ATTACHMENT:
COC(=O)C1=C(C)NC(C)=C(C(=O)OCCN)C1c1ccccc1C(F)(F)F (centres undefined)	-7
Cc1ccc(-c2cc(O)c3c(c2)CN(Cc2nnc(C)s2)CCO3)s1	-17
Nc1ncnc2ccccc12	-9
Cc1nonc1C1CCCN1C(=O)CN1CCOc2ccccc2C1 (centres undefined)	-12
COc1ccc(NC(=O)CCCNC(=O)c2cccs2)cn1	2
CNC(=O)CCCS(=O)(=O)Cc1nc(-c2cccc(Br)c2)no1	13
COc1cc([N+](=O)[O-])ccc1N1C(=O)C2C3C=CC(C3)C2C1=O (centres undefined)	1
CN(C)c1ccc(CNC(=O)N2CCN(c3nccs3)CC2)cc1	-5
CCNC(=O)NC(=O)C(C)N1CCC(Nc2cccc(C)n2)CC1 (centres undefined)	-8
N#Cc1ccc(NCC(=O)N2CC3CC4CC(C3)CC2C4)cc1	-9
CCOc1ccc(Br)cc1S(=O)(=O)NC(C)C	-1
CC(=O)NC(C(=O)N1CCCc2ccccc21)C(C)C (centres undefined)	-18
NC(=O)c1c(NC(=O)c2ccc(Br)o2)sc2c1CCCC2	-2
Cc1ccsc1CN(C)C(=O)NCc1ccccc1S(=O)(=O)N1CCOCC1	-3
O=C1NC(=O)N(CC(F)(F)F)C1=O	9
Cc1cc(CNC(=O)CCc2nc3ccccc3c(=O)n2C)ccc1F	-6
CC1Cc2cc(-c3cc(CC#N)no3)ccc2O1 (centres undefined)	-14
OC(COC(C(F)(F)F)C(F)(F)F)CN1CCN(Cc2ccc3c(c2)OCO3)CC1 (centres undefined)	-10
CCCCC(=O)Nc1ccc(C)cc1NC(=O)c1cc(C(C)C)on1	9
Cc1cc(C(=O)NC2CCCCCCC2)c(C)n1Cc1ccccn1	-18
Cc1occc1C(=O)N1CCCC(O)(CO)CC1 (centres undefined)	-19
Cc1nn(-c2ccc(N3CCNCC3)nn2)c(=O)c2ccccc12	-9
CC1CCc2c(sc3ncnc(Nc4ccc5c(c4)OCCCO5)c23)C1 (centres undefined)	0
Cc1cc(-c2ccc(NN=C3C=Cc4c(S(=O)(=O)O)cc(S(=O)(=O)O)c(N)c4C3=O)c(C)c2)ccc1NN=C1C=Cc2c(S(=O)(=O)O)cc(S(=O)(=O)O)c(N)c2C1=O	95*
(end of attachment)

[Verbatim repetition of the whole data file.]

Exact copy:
COC(=O)C1=C(C)NC(C)=C(C(=O)OCCN)C1c1ccccc1C(F)(F)F (centres undefined)	-7
Cc1ccc(-c2cc(O)c3c(c2)CN(Cc2nnc(C)s2)CCO3)s1	-17
Nc1ncnc2ccccc12	-9
Cc1nonc1C1CCCN1C(=O)CN1CCOc2ccccc2C1 (centres undefined)	-12
COc1ccc(NC(=O)CCCNC(=O)c2cccs2)cn1	2
CNC(=O)CCCS(=O)(=O)Cc1nc(-c2cccc(Br)c2)no1	13
COc1cc([N+](=O)[O-])ccc1N1C(=O)C2C3C=CC(C3)C2C1=O (centres undefined)	1
CN(C)c1ccc(CNC(=O)N2CCN(c3nccs3)CC2)cc1	-5
CCNC(=O)NC(=O)C(C)N1CCC(Nc2cccc(C)n2)CC1 (centres undefined)	-8
N#Cc1ccc(NCC(=O)N2CC3CC4CC(C3)CC2C4)cc1	-9
CCOc1ccc(Br)cc1S(=O)(=O)NC(C)C	-1
CC(=O)NC(C(=O)N1CCCc2ccccc21)C(C)C (centres undefined)	-18
NC(=O)c1c(NC(=O)c2ccc(Br)o2)sc2c1CCCC2	-2
Cc1ccsc1CN(C)C(=O)NCc1ccccc1S(=O)(=O)N1CCOCC1	-3
O=C1NC(=O)N(CC(F)(F)F)C1=O	9
Cc1cc(CNC(=O)CCc2nc3ccccc3c(=O)n2C)ccc1F	-6
CC1Cc2cc(-c3cc(CC#N)no3)ccc2O1 (centres undefined)	-14
OC(COC(C(F)(F)F)C(F)(F)F)CN1CCN(Cc2ccc3c(c2)OCO3)CC1 (centres undefined)	-10
CCCCC(=O)Nc1ccc(C)cc1NC(=O)c1cc(C(C)C)on1	9
Cc1cc(C(=O)NC2CCCCCCC2)c(C)n1Cc1ccccn1	-18
Cc1occc1C(=O)N1CCCC(O)(CO)CC1 (centres undefined)	-19
Cc1nn(-c2ccc(N3CCNCC3)nn2)c(=O)c2ccccc12	-9
CC1CCc2c(sc3ncnc(Nc4ccc5c(c4)OCCCO5)c23)C1 (centres undefined)	0
Cc1cc(-c2ccc(NN=C3C=Cc4c(S(=O)(=O)O)cc(S(=O)(=O)O)c(N)c4C3=O)c(C)c2)ccc1NN=C1C=Cc2c(S(=O)(=O)O)cc(S(=O)(=O)O)c(N)c2C1=O	95*